Performing Arts: Dance
October 2, 2015
In what is already a competitive week of cultural events, NYC Ballet plunged into a successful Fall Gala performance. No curtain speech addressed the fashionable audience; instead, a brief behind-the-scenes video projected a snap shot of the designers commissioned to create outfits for the four world premieres and one revival.

Happily, most of the choreographer-designer marriages produced fine results. Over the past few years, Peter Martins has converted NYC Ballet into a ballet choreography incubator. Many of the new works don’t survive more than one season, but enough go on to supplement dance company repertories around the world.

On this occasion, the four featured choreographers included two well-known names, Tyler Peck and Troy Schumacher as well as Canadian Robert Binet and San Francisco Ballet dancer Myles Thatcher -- all were worthy entrants.

“Polaris” by Thatcher forges a well-focused piece for seven dancers to a score by Mules Thatcher and sparkling, airy costumes by Zuhair Murad. Men in sleeveless blue vest and pants support women in shiny, knee length silver skirts that flow in the clearly dictated steps. Tyler Peck leads the group in rhythmically astute choices and signature exuberance. Oddly, when she first arrives, Peck peers outward—as if gazing at her reflection. Soon, dancers pull into duets or trios and then spread out in the shape of a group photograph until Peck remains alone, curtsying to the audience.

The piano music of Maurice Ravel played by Elaine Chelton forms the focal point for Mr. Binet’s “The Blue of Distance.” Costumed by Hanako Maeda of ADEAM, Binet builds contrapuntal phrases between couples. An imaginative choreographer, Binet melts straight-backed ballet poses into tear drop curves. Visually intriguing, movements transmute and punctuate images in diagonally vertical lifts and crisply metered sequences. Maeda dresses men in bright blue sleeveless unitards, and the women in blue bodice tops over white knee-length skirts that enhance the choreography’s simple ingenuity.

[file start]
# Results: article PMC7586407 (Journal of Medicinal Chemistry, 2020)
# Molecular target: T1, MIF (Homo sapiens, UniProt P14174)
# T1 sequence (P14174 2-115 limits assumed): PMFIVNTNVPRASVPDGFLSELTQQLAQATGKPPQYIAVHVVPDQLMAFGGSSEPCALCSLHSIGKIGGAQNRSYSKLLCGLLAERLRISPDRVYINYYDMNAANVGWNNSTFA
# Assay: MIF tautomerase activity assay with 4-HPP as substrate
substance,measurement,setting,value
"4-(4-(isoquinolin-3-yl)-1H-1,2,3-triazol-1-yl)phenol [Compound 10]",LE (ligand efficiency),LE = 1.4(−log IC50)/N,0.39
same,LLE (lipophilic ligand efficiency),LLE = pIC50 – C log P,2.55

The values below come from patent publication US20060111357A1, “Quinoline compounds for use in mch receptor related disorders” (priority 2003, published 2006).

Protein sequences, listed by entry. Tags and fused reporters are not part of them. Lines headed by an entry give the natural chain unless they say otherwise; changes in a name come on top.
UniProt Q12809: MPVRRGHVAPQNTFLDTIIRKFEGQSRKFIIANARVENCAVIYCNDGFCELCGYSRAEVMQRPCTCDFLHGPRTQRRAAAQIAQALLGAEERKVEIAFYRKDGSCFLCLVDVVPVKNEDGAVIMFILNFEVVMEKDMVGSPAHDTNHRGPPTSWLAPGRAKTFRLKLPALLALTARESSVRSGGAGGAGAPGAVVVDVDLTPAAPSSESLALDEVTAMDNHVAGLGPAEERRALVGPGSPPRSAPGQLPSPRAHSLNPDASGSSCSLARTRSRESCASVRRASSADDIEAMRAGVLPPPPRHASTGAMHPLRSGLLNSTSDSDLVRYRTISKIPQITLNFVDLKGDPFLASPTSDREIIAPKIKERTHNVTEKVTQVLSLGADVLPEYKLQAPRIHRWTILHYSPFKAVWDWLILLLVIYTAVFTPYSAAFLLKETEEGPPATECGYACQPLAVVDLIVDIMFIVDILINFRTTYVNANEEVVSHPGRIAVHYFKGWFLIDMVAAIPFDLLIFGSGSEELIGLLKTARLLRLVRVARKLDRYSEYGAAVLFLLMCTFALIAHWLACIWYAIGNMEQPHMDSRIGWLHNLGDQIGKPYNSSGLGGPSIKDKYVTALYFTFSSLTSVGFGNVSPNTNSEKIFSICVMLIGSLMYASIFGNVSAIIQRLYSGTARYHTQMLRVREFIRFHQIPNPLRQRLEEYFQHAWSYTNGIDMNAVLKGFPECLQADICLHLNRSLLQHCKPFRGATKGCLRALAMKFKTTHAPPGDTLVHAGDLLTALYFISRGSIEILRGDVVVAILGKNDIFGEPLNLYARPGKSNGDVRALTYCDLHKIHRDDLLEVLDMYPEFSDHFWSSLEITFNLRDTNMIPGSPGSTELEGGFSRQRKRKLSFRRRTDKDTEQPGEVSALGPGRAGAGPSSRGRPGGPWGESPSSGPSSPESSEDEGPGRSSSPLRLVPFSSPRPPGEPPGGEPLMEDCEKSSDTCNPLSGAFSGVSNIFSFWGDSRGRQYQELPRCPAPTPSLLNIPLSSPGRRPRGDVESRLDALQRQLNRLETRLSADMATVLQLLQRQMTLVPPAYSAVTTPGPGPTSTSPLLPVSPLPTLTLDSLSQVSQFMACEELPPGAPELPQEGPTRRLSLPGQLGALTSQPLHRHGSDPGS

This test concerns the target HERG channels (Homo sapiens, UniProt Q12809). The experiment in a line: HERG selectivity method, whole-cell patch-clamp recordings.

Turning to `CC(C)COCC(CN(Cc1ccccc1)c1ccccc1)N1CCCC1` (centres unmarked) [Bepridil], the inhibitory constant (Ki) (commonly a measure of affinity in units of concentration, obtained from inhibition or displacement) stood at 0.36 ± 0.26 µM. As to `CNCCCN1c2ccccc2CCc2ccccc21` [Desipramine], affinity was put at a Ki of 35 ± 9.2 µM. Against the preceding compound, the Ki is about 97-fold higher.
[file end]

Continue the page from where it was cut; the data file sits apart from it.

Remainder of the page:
New York City Ballet’s Resident Choreographer, Justin Peck, tackled music by the baseball-hat clad Steve Reich. Unitards by Humberto Leon of Opening Ceremony and Kenzo feature Picasso style cut-outs that expose body sections. Men’s muscular bare legs stretch into lunges, gripping the floor like modern dancers. Reich’s repetitive motifs contrast against the streamlined women elongating their backs and legs. Like water molecules reacting to the minimalist music, dancers magnetize into trios, pivot on point and roll across the floor in this muscular ballet featuring the engrossing Ashley Bouder and her partner Adrian Danchig-Waring. One oddity: In an opening scene, men lean over women stretched out on the floor, imitating hands pumping a heart to restore life. This image is repeated at the end.

Only one ballet suffered from on over-eager designer--Troy Schumacher’s “Common Ground” to music by Ellis Ludwig-Leone and costumes by Marta Marques and Paulo Almeida of Marques’ Almeida. Even in the brief video you could see the witty costume’s flaw. In the end, too much brightly colored, shredded material obliterates the shape of the choreography. Spirited dancers cruise through the quirky choreography that rips bodies from central groups onward to another orbit only to pick up a different dancer and move along. “Common Ground” deserves another viewing with leotard and tights.

To close the gala performance, Peter Martin’s invited Peter Copping of Oscar de la Renta to redesign costumes for the swanky “Thou Swell” to romantic music by Richard Rodgers. A fine match, the elegant and whimsical costumes perfectly suited the 1930’s style club scene populated by café tables, a pianist and two crooners, Norm Lewis and Rebecca Luker. Circular red feather shoulder stoles, long sleek silver capes and men in black shirts tucked into cummerbunds sailed across the floor. Back for one night, Robert Fairchild (star of “An American in Paris”) projects his newly assumed Broadway flair, always keeping his eye on the girl and snapping in and out of positions. However, the whole cast shines as bright as the glittery costumes.
EYE ON THE ARTS, NY – Celia Ipiotis

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